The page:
Experimental England Hold Italy in Molineux Stalemate

England 0–0 Italy

by Dom Smith at Molineux

Of the 22 players who started the Euro 2020 final, only seven started here. It showed. It wasn’t for the want of trying, but both Gareth Southgate and Roberto Mancini used this sunlit Molineux matchup to experiment. In keeping with England’s two previous matches this week, it had the air of a preseason friendly about it.

There were 3,000 school kids permitted into the stadium as spectators despite UEFA ruling this match behind closed doors. They pushed their young voice boxes to the limit trying to force the ball over the line. It wouldn’t budge. Not for either team.

But 3,000 children are never going to fill a 31,000-seater stadium with raucous atmosphere. “We were back to that soulless experience we had through Covid”, Gareth Southgate told EnglandFootball.org after the match.

Jordan Pickford could scarcely have done more to keep England alive in the Euros finale at Wembley 11 months ago to the day. “They won the Euros and it hurt us a lot”, he told EnglandFootball.org last week.

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“Definitely, to get a result against them would be nice. For us, playing competitive matches for the bigger tournaments with the World Cup ahead of us just gives you that extra competition to help you progress.”

Pickford watched on from the bench as his deputy, Arsenal’s Aaron Ramsdale, did his pitch to play in Qatar no harm at all with a busy and assured display. His trailing leg was crucial in keeping out Sandro Tonali from Giovanni Di Lorenzo’s wicked cross. And with the final action of the first period, he tipped Matteo Pessina’s fierce drive over the bar, before saving Manuel Locatelli’s effort from the resulting corner.

England allowed themselves to dream just two minutes into that ill-fated final when Luke Shaw leathered home. But it was Italy who nearly took a second-minute lead in warm Wolverhampton when Davide Frattesi clipped wide following a beautifully crafted through-ball by Locatelli. England enjoyed just 39 percent of possession in last year’s final — the lowest of any team in any World Cup or Euros final since the millennium. Their need for a calm, composed, metronomic midfielder is well documented and unlikely to be solved any time soon. Juventus’s Locatelli played that role with consummate ease, and his pass to Frattesi resembled Joshua Kimmich’s classy assist for Germany in England’s 1–1 draw on Tuesday.

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Southgate started two players called up on the back of excellent seasons in Italy’s Serie A: Fikayo Tomori and Tammy Abraham. This was a chance to try those pushing for a more permanent place in the starting XI. And although this display was again far from vintage England, they did create chances and they did cause Italy one or two tactical problems. Abraham was only denied by a Locatelli block when he profited from a rotten Gianluigi Donnarumma pass. Put through by captain-on-the-night Raheem Sterling, Mason Mount then crashed the bar with a long shot that had Italy’s very long goalkeeper beaten.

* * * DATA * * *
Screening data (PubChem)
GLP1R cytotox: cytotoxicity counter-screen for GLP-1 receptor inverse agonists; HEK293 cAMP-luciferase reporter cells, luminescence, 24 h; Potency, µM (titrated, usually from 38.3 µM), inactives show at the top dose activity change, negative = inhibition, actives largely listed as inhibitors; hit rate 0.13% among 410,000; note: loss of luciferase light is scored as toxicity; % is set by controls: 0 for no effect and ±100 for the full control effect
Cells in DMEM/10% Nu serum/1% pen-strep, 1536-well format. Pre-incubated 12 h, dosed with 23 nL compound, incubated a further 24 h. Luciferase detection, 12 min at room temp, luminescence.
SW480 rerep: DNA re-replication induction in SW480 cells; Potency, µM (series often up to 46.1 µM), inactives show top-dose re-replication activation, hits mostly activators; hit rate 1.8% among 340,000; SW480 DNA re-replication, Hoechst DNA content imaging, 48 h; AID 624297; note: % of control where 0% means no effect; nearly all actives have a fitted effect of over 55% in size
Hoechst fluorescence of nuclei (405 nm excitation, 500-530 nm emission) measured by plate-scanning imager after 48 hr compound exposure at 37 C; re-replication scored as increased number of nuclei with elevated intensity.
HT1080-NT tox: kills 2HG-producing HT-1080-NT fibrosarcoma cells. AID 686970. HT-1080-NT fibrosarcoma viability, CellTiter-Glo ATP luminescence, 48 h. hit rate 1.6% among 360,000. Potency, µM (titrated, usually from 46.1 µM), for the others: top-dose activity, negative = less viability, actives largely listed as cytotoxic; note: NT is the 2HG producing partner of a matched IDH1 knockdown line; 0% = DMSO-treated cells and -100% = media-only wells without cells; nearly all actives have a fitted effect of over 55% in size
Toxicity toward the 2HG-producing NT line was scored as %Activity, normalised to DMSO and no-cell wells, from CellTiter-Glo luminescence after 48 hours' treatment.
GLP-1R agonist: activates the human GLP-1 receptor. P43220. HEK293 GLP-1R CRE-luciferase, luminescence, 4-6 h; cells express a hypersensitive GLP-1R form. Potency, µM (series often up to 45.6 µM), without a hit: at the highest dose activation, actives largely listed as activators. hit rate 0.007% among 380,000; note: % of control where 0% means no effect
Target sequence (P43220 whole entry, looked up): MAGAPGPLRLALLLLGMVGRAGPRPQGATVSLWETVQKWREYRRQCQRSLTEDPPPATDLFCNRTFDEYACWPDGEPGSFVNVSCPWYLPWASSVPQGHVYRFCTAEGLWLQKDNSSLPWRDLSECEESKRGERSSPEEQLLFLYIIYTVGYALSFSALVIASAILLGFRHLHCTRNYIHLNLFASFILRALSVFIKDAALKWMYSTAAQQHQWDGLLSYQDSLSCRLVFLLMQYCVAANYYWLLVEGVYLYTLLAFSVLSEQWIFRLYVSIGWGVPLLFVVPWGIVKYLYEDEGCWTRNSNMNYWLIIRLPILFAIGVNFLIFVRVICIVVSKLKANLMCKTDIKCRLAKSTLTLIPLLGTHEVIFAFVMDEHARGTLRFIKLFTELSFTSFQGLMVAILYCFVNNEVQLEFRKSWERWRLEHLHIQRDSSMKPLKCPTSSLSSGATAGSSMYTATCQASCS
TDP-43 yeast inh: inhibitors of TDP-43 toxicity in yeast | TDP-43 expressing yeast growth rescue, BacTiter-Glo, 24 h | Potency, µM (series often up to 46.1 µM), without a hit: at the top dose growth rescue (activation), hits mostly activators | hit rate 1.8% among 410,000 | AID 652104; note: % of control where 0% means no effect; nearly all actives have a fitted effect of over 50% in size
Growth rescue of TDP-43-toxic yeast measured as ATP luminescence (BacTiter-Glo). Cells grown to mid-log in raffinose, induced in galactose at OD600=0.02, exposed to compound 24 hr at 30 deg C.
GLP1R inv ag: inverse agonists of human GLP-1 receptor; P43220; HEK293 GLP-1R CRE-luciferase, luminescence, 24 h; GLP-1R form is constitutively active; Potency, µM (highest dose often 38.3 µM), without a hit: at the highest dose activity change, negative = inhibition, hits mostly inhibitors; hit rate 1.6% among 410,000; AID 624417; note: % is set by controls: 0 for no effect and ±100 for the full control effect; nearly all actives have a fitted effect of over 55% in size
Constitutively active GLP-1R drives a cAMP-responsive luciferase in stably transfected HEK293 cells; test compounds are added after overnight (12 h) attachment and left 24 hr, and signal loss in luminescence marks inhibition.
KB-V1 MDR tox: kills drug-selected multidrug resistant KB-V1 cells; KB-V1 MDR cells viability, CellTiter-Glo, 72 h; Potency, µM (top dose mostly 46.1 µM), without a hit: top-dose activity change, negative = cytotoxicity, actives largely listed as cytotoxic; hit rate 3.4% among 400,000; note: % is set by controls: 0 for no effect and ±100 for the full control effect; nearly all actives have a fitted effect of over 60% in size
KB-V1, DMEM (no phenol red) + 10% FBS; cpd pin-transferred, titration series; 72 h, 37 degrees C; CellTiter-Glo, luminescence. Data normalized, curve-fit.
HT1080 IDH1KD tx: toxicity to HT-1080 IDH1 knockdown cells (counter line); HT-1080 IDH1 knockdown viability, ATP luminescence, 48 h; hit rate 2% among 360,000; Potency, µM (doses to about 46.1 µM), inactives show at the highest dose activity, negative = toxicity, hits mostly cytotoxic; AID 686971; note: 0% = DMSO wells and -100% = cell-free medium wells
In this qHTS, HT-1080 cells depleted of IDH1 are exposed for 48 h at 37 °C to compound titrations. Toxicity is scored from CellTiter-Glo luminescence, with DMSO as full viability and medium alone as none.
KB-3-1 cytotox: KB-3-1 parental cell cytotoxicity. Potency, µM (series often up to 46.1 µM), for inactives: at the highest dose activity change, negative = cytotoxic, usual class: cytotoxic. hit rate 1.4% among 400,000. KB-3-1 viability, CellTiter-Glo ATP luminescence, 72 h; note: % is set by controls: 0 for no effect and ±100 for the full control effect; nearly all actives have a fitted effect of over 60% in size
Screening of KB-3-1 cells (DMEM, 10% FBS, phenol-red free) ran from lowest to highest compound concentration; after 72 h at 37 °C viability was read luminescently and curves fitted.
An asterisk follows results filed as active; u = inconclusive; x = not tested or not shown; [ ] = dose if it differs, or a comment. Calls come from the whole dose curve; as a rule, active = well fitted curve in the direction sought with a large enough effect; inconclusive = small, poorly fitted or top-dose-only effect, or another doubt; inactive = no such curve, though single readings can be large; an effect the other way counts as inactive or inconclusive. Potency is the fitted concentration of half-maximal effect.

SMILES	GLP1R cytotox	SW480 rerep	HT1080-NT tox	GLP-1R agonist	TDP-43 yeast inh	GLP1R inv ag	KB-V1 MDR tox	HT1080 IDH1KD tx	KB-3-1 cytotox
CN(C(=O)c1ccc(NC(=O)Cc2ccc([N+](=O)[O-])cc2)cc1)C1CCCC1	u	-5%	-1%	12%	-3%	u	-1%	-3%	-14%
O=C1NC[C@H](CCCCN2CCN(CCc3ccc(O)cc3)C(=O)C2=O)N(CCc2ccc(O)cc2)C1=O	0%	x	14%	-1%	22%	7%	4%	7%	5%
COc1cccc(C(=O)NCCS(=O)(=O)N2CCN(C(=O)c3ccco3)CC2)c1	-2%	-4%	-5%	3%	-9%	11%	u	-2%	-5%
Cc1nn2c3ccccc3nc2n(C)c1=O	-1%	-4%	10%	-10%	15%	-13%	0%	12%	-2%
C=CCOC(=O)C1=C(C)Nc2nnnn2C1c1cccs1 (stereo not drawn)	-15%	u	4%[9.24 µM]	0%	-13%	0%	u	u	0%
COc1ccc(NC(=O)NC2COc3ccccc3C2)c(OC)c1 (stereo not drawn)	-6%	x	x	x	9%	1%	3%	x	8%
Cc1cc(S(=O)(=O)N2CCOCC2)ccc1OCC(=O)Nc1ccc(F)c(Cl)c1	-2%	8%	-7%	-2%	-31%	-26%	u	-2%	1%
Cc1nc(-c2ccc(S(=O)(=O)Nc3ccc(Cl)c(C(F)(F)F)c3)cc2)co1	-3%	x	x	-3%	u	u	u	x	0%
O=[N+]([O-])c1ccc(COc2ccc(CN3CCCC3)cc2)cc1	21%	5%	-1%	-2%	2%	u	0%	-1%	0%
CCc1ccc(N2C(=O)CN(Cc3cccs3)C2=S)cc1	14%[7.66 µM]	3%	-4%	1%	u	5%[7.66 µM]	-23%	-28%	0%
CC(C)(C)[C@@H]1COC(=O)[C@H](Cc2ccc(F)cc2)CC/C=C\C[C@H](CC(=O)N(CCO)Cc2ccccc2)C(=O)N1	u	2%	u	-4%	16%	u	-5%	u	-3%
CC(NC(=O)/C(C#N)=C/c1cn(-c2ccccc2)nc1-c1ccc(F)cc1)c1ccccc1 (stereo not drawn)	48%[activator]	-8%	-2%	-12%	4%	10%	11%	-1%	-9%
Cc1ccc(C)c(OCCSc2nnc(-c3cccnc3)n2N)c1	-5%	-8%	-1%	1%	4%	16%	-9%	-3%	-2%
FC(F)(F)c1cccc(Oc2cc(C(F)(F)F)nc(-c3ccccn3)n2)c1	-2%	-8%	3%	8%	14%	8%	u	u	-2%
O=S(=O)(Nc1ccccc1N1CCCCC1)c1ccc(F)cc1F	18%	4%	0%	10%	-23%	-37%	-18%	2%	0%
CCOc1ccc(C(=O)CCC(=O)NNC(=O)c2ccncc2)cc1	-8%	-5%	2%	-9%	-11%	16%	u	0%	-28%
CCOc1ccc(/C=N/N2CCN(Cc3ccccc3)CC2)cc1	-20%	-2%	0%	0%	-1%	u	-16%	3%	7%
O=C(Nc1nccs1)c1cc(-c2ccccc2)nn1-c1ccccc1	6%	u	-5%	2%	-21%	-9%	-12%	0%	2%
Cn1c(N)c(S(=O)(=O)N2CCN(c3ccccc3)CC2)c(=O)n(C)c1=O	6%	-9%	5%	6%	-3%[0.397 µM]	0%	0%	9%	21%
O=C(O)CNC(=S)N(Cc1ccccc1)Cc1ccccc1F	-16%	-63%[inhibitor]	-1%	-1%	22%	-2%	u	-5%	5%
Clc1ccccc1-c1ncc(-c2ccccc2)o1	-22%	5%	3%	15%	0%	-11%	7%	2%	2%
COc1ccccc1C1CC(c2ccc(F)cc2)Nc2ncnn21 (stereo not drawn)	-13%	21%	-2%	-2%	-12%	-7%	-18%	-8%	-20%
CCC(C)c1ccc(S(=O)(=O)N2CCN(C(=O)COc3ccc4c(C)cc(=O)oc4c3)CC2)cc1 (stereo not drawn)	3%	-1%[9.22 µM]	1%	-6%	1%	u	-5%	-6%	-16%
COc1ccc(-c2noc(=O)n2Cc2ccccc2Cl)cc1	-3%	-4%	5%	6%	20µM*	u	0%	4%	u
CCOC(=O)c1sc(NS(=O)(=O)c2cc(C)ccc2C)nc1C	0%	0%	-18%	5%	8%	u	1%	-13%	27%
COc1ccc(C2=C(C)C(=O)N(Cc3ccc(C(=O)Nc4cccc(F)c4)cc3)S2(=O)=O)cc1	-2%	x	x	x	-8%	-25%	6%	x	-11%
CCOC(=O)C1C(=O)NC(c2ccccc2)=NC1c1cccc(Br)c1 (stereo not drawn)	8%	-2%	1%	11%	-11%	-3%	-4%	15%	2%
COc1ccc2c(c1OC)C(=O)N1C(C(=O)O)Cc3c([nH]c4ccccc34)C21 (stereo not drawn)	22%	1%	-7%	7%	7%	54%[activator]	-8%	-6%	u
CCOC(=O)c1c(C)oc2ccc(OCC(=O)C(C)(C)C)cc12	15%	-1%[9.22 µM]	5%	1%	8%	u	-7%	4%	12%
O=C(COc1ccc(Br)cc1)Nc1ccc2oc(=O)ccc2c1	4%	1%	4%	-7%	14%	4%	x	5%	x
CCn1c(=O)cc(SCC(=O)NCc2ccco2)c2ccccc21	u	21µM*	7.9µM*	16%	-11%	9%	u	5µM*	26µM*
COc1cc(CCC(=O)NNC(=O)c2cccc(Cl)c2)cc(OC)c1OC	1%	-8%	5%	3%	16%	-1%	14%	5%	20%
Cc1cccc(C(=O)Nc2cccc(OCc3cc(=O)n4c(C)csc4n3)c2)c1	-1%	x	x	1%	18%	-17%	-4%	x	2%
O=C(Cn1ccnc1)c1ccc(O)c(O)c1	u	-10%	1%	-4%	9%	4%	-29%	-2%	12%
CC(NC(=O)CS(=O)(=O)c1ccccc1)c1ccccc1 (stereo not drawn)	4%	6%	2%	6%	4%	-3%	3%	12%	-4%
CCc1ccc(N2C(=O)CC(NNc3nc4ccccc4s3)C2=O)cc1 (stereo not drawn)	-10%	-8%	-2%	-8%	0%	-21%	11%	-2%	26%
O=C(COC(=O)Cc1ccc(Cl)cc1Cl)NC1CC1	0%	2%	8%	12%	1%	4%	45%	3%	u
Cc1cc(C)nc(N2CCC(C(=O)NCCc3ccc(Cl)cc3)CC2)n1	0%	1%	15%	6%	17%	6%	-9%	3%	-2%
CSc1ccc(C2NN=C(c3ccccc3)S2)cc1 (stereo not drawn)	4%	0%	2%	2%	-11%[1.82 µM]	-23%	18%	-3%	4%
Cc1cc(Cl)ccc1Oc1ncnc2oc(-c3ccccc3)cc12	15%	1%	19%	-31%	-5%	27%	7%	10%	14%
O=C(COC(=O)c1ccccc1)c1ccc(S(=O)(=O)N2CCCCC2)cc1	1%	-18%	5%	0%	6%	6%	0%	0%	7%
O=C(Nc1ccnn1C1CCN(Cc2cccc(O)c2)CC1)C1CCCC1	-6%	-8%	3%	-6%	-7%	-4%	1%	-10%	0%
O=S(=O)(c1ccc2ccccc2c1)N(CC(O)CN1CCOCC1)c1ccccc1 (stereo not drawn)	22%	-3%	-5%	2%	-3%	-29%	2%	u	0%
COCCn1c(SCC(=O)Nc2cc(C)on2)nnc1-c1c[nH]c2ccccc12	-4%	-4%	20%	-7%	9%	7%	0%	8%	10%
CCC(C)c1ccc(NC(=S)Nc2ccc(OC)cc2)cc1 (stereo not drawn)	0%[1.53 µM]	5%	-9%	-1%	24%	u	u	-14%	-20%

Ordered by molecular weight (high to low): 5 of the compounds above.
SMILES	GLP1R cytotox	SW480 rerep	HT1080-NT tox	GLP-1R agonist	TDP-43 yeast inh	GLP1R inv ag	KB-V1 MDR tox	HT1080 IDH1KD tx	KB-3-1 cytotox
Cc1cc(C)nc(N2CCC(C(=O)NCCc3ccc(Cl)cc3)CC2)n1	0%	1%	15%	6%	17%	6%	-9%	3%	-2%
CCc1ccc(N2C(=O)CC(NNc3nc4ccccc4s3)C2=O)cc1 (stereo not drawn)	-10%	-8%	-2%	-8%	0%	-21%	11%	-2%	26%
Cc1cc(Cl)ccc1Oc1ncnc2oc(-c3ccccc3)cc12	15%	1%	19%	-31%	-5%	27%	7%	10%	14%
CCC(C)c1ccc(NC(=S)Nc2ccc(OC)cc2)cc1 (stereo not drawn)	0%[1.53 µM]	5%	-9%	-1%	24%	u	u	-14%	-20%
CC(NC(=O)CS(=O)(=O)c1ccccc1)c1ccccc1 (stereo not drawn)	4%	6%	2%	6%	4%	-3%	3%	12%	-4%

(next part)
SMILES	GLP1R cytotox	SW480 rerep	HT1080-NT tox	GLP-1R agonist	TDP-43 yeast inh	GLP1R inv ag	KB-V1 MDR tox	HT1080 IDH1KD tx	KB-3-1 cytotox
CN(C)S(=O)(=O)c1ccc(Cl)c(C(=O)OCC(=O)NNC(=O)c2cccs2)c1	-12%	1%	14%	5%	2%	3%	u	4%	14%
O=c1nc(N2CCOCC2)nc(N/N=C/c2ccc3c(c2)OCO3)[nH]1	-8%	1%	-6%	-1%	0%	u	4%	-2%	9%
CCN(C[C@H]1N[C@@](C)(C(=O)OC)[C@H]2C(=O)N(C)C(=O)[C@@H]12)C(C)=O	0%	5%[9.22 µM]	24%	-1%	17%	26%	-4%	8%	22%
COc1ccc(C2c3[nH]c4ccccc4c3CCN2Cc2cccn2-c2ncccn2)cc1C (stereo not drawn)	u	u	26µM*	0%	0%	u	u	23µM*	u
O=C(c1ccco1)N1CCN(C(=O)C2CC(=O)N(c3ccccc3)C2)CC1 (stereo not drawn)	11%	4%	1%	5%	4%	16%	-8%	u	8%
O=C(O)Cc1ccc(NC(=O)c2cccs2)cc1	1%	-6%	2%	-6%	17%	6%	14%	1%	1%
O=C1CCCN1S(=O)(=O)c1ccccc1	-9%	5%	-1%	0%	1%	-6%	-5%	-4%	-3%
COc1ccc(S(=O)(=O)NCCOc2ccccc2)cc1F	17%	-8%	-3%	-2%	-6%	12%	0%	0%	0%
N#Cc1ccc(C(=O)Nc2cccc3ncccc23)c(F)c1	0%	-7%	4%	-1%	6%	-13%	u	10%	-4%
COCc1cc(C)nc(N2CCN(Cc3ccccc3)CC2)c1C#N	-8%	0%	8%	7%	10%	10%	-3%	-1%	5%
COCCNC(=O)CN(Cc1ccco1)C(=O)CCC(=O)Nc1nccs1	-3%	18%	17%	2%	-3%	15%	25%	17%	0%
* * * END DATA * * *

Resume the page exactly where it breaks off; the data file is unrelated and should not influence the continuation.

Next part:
The temperature dropped and the players changed ends and England looked to push ahead in this third Nations League group encounter. Raheem Sterling, for all his searing quality and constant flurry of goals, has never been a clinical finisher. He shanked over from no more than two yards, then tested Donnarumma a minute later at the end of a patient, sustained England attack.

England know how to get out of a hole with their leader and talisman Harry Kane on the pitch. Less so without him. It was perplexing then as to why Kane joined Kalvin Phillips and Jarrod Bowen as 65th-minute substitutes. Abraham has been a Roman gladiator this term and deserved to stay on.

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Jack Grealish felt like England’s best hope as a creative attacking outlet — and he had fully merited his start after a decent cameo in Budapest and a very impactful one in Munich. But his cultured touch and his supercalves are not boundless in what they offer England — one of the favourites to win the World Cup in five months’ time. This was a performance to tilt the Grealishometer back to ‘impact sub’. Slower and safer here.

Grealish stayed on and England stayed in the mood to nick a winner. When Kane and Sterling eventually depart international football, they’ll do so as one of England’s greatest-ever attacking partnerships. They jinked into the box with a set of cute, intricate passes but Kane could only fire over off balance.

Italy sniffed around too, and Tomori had to dive in to prevent a one-on-one. But if this game had been twice the length there still wouldn’t have been a breakthrough.

“I think [a draw] was fair on the clear chances created”, said Southgate. “I think we were the dominant team in the second half, and that’s a period where if we’d had a full house, that does make a difference. Very hard for the players today, but I thought they really stuck at it. Their commitment and the quality of their play was very good.”

“Very good” is pushing it. This occasion reminded everyone that matches in empty stadiums are like watching a different sport altogether. A worse sport.

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